The future of TV 15 replies

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AlDaja

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#1 8 years ago

9NEWS.com | Denver | Colorado's Online News Leader | More customers drop cable TV; is Internet or cost to blame?

I've foreseen this for some time. My family gets all of our TV entertainment on line and have been for the past three years. I just couldn't see paying for crap I never watch (mainly sports, news and a horde of infomercial channels). Maybe the industry could recapture lost patrons and thus revenue if the Networks they purchase programming from would let subscribers pick and choose what channels you want and pay only for those channels. I might reconsider hooking the dish back up if I could say have a few channels for the kids and the Science and History channels for myself. I don't have a need for 240 sports channels or the mindless fodder they call entertainment (reality shows).

I prefer watching shows on line mainly cause they are free and I can watch them over and over without having to program anything. Just Google and watch.




Nemmerle Forum Mod

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#2 8 years ago

I haven't had a TV in over four years now. I just buy DVDs of shows that are decent and watch stuff online. Why? Because there's a few hours of decent stuff on telly; most of the good stuff's almost a decade old.... And that's a few hours week not a few hours a day.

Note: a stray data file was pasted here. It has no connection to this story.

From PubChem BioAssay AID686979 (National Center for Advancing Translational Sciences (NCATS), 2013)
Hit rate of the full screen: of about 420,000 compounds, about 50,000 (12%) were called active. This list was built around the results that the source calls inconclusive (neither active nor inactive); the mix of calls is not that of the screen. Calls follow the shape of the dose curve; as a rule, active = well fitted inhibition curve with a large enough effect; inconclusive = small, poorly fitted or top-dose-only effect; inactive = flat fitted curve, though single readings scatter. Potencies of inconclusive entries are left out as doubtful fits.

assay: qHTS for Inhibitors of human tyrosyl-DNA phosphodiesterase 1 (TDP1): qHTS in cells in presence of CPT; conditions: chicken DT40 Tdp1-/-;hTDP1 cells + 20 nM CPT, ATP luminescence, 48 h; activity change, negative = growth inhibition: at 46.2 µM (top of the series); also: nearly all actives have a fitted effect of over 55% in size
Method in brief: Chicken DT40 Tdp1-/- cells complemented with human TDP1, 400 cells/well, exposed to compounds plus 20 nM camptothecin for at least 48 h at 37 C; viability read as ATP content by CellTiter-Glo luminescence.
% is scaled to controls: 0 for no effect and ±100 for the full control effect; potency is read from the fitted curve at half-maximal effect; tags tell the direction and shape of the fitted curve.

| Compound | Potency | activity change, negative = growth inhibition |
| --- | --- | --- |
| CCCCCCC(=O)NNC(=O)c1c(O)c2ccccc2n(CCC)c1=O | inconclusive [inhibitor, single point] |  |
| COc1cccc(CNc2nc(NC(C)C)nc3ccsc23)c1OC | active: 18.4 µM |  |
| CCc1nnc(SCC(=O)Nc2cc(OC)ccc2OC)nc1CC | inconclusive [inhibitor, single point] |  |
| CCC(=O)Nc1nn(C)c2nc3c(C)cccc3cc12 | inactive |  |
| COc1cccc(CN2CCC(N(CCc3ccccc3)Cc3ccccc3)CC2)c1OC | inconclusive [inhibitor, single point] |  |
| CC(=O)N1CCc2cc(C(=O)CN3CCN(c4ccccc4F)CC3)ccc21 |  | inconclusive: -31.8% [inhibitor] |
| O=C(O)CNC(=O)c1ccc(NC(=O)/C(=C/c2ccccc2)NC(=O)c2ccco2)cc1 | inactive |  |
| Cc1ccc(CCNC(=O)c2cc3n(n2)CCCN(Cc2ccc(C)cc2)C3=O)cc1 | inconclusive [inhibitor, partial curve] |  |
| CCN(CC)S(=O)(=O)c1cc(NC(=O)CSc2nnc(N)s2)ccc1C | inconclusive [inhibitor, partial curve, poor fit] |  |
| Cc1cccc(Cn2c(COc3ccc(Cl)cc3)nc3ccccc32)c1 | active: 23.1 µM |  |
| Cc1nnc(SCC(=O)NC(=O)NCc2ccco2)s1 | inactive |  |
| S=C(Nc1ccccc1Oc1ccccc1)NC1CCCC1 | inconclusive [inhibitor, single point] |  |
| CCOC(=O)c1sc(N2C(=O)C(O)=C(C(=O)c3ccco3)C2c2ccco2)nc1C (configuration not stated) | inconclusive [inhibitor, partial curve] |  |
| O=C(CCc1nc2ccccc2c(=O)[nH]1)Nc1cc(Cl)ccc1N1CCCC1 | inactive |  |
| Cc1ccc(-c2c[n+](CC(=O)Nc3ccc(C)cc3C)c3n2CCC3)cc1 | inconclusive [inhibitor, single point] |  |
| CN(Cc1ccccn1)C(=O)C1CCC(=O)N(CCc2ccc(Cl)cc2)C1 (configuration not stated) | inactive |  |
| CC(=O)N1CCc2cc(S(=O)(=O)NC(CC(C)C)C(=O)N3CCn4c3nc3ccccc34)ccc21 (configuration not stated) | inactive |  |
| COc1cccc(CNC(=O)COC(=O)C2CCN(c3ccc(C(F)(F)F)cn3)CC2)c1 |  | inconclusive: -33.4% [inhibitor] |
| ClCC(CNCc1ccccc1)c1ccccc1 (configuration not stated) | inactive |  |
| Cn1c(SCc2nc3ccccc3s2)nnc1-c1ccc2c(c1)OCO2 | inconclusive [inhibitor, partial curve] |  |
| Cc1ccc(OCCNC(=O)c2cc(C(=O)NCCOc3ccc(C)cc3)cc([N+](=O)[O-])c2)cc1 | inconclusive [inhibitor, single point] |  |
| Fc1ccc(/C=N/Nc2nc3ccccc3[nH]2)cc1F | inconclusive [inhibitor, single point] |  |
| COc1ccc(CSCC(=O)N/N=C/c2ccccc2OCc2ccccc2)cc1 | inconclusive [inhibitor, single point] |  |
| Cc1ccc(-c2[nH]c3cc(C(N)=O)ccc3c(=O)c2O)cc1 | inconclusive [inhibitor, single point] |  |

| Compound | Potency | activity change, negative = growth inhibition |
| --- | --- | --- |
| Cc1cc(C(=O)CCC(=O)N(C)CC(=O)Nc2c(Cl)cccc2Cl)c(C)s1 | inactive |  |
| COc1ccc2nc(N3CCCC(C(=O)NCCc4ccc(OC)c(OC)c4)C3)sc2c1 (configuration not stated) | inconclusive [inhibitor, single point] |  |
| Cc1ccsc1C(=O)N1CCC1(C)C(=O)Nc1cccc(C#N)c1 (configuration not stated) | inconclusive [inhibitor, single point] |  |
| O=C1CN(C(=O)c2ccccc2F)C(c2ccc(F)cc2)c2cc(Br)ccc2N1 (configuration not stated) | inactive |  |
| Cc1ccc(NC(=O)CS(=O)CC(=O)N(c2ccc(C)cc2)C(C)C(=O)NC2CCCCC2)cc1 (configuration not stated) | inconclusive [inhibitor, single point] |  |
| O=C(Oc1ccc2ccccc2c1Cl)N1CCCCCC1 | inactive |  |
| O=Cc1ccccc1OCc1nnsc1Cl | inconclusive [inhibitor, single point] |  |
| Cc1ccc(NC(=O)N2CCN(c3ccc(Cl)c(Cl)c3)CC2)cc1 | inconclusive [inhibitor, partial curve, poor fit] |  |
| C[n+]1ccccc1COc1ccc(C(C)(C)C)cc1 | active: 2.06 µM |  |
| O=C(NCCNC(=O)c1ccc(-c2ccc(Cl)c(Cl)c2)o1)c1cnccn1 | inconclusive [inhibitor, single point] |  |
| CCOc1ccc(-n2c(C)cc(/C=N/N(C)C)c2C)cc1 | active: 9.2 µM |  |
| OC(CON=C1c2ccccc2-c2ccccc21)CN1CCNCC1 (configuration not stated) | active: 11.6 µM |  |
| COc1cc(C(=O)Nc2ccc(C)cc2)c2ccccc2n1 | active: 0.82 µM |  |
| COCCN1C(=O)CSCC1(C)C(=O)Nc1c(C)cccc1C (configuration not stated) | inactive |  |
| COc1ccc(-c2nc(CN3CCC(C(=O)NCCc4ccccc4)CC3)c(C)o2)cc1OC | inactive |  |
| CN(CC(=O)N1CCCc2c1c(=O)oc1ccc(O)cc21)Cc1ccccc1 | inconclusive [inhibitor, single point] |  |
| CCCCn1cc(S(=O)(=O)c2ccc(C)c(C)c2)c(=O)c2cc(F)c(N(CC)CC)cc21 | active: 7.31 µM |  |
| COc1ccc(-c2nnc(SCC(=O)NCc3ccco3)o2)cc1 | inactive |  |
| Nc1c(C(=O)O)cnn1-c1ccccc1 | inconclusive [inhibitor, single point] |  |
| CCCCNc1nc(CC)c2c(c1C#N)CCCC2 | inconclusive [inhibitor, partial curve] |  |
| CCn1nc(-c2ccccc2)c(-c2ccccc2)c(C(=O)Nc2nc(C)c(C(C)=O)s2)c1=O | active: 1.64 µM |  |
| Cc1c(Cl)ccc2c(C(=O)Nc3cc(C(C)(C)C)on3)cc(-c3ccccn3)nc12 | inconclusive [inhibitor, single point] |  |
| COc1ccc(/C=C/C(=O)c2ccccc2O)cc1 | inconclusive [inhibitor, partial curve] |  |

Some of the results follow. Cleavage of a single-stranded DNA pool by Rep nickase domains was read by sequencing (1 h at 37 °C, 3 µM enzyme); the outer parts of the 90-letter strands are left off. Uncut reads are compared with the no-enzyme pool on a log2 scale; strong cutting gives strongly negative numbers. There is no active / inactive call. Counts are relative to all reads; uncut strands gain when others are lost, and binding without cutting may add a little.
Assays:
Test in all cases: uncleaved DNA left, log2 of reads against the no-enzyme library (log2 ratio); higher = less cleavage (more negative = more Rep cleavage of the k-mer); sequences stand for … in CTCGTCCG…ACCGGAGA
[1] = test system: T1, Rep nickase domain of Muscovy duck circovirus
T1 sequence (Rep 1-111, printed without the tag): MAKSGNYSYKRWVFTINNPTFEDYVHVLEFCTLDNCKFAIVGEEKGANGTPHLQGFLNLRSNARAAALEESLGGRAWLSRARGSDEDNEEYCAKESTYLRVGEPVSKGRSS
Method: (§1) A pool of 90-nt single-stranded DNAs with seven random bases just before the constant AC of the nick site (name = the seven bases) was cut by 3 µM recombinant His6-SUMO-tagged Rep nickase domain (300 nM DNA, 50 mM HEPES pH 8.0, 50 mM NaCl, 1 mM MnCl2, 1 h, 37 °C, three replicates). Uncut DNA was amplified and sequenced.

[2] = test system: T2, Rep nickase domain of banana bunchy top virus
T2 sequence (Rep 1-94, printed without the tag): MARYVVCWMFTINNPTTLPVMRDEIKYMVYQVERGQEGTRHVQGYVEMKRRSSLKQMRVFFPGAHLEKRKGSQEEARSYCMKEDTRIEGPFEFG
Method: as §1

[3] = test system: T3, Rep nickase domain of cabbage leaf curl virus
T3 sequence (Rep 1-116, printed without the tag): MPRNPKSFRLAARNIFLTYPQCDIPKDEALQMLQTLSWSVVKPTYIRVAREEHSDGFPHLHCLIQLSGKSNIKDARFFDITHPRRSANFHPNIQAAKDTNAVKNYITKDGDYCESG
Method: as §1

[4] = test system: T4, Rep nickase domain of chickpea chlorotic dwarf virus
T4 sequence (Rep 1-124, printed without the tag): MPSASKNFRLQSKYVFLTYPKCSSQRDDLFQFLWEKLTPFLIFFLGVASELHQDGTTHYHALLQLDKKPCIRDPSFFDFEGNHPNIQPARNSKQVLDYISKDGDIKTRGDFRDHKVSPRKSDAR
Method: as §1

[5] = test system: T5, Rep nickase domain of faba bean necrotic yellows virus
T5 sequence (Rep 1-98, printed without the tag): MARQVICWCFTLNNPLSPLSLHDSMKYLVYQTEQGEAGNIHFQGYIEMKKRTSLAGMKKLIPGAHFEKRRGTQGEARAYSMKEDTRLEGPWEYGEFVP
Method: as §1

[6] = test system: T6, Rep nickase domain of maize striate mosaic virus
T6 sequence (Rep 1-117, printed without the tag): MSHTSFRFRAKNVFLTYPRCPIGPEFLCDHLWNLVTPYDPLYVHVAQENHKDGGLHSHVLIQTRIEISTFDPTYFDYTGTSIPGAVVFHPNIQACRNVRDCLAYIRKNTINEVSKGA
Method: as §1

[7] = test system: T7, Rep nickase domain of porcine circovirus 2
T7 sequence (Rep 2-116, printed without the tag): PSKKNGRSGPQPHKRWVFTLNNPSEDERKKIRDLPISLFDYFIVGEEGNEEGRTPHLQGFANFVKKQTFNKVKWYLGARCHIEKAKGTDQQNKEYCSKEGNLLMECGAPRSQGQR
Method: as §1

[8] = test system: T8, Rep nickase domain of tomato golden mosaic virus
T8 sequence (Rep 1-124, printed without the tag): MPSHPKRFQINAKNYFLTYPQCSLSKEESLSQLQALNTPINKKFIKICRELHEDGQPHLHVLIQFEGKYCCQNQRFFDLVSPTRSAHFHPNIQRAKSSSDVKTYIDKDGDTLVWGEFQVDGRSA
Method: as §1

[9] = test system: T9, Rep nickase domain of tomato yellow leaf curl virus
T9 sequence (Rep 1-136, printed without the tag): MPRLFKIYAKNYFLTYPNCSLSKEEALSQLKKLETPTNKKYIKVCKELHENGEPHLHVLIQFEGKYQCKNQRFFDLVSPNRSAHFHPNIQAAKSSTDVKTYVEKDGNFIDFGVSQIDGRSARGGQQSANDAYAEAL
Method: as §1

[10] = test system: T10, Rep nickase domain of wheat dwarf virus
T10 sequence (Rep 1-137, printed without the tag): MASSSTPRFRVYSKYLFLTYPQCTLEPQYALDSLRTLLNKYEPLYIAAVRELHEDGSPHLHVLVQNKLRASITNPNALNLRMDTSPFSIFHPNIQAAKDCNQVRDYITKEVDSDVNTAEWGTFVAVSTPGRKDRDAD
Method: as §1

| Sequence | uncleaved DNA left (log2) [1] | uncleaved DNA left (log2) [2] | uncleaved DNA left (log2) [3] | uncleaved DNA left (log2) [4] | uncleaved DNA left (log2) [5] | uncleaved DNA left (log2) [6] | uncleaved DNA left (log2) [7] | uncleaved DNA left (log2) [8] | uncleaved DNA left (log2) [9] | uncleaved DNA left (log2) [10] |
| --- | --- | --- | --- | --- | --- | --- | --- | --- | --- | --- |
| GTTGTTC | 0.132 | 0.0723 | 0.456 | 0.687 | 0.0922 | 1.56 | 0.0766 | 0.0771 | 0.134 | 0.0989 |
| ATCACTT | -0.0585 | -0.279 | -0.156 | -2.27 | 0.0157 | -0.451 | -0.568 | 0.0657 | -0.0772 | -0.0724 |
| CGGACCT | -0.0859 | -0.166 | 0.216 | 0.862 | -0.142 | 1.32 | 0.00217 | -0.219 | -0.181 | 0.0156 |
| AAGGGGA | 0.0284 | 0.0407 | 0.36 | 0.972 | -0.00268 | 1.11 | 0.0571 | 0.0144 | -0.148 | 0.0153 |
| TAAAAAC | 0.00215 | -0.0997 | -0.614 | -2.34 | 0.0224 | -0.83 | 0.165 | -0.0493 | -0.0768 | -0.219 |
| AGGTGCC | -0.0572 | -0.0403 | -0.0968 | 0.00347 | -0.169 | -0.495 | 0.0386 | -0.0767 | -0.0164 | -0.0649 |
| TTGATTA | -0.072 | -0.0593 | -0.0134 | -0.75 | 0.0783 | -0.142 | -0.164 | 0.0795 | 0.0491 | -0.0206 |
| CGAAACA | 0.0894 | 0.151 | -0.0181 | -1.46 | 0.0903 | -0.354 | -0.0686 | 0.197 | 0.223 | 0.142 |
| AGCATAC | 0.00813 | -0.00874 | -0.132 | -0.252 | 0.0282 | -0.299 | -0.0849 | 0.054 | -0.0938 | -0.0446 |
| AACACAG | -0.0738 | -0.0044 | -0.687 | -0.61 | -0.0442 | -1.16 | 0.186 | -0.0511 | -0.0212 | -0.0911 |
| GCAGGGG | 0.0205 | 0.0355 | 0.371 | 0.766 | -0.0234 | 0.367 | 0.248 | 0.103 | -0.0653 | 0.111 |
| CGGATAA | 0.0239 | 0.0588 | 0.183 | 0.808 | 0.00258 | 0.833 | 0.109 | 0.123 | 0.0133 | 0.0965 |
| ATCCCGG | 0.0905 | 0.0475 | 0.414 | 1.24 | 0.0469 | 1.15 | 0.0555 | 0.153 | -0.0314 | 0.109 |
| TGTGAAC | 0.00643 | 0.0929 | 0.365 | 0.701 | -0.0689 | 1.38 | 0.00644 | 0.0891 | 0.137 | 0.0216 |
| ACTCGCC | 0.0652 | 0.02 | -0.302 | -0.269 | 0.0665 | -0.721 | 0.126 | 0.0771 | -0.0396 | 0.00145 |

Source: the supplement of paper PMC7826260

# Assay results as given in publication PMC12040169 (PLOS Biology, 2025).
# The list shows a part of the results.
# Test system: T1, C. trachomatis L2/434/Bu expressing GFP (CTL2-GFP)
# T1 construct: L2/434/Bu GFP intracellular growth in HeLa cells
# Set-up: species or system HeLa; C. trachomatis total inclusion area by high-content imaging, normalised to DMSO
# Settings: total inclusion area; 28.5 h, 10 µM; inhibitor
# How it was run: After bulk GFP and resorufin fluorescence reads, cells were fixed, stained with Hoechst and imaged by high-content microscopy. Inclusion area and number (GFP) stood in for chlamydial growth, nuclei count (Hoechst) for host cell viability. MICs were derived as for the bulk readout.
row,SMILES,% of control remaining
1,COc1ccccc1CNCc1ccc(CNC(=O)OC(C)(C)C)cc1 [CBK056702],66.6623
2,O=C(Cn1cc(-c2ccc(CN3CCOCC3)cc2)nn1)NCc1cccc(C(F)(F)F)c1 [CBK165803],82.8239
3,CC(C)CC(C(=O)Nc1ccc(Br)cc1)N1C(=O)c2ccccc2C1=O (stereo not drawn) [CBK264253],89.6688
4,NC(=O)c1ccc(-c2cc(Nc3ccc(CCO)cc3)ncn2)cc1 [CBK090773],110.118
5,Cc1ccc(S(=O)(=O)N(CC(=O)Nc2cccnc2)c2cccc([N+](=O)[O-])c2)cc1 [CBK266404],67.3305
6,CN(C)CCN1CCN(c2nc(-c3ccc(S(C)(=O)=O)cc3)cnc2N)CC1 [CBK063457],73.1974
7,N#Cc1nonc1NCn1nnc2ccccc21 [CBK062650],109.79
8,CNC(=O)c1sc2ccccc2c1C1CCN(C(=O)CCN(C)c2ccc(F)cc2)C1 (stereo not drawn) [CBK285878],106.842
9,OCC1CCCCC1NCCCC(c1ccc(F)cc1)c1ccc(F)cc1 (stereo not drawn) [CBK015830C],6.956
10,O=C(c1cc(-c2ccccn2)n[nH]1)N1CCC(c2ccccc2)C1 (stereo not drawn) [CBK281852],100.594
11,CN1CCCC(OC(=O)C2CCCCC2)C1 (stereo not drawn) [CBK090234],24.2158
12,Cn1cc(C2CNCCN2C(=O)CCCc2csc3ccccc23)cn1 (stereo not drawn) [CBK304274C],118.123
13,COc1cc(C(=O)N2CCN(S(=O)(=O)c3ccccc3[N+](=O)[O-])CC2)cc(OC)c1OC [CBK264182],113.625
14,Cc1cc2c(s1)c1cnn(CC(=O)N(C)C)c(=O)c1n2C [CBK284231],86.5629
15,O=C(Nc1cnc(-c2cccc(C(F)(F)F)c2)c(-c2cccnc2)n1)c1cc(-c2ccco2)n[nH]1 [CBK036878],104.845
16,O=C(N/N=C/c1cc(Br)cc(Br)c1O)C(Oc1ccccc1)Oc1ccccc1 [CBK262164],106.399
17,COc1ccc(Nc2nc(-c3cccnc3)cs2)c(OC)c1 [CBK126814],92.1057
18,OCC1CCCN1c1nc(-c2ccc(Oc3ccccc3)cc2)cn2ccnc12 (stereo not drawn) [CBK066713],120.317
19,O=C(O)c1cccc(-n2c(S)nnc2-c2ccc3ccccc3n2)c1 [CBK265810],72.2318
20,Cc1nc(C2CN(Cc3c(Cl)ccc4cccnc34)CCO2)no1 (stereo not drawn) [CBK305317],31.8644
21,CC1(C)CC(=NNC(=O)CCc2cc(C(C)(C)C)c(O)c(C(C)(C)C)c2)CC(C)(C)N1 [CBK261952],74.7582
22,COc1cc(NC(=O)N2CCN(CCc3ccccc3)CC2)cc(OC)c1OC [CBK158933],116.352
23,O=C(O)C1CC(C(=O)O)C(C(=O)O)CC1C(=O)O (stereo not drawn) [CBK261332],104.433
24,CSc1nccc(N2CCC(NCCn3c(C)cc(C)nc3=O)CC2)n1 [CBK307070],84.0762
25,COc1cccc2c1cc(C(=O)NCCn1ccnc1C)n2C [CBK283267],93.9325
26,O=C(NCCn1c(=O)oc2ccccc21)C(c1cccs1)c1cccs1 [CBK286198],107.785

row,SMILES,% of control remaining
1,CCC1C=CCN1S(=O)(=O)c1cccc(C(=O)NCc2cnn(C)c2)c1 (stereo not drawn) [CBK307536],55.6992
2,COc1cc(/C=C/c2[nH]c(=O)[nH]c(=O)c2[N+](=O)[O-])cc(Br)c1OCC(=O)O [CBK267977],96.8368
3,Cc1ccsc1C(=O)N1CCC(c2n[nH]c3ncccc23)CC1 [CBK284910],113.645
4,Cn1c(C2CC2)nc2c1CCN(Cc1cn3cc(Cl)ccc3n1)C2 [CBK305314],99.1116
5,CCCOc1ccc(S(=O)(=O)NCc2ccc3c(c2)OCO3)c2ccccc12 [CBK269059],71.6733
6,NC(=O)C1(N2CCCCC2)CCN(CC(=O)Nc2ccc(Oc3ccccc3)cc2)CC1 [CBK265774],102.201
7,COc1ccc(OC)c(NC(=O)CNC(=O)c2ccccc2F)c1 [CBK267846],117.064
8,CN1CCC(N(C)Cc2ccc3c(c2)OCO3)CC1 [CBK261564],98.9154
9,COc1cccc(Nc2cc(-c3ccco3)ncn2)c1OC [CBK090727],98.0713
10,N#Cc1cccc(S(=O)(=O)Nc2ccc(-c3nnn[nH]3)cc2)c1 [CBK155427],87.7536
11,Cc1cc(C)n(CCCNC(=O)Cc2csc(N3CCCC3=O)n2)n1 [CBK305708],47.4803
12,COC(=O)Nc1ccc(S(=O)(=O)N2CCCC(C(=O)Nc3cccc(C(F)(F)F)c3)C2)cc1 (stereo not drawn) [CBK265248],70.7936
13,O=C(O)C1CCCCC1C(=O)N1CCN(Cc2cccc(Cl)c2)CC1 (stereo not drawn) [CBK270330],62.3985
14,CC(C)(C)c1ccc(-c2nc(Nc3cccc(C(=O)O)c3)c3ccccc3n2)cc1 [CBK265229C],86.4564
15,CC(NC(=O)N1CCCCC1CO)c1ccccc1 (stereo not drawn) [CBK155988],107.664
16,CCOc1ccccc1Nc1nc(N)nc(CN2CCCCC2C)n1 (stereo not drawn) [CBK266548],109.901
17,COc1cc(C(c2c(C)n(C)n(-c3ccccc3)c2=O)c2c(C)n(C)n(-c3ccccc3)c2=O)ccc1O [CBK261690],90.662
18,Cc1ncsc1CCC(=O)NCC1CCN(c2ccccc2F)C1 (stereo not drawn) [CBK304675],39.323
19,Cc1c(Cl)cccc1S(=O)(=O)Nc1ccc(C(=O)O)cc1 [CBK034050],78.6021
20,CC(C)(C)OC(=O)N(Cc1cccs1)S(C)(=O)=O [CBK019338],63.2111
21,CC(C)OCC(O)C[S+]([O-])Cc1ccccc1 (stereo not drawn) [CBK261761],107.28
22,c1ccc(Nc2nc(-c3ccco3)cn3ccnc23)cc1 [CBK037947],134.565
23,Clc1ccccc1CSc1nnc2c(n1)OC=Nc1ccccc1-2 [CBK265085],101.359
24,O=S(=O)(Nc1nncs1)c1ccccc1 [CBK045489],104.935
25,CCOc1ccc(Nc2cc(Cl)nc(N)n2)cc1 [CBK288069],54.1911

When I'm down at my parents' home the TV just sits there on the wall, an imposingly blank screen.... I don't think its been turned on since I went back to uni, taking my DVDs with me.

If they started putting good shows on again. Third Rock from The Sun, things like that. Sure I'd get a TV. It used to be good for three hours a day at least, when I was younger. But since I have DVDs of the stuff that was good.... Fuck 'em; I don't need another show from the BBC about the Nazis, a re-run of Match of The Day, another bad documentary filmed by a couple of guys with a camera and a bunch of bad statistics, or another episode of Futurama long after it ceased being funny.

Innovate or die.




*The.Doctor

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#3 8 years ago

There are only really 5 or 6 shows that i watch regularly. Other than that, i don't watch much TV. I use my TV as my computer monitor though so it still gets tons of use. =p




Schofield VIP Member

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#4 8 years ago

I only keep track of 2 shows, soon to be 3 (CONAN FTW). Once I can watch those shows legally online in Canada, I'll never use my TV again, aside from gaming.




AlDaja

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#5 8 years ago
*The.Doctor;5420527There are only really 5 or 6 shows that i watch regularly. Other than that, i don't watch much TV. I use my TV as my computer monitor though so it still gets tons of use. =p

That's about all ours are used for. Hard to believe I have 7 TV's throughout the house and only one ever gets used for actual TV. The wife has a tower behind the console with a wireless Internet thumb so she can watch her shows. I usually just watch on this computer I'm using and the other 6 TV's haven't been even turned on in over two years. I'd sell them, but no one has a need for analog TV's anymore. I just don't like throwing stuff out that is still functional.




redgroupclan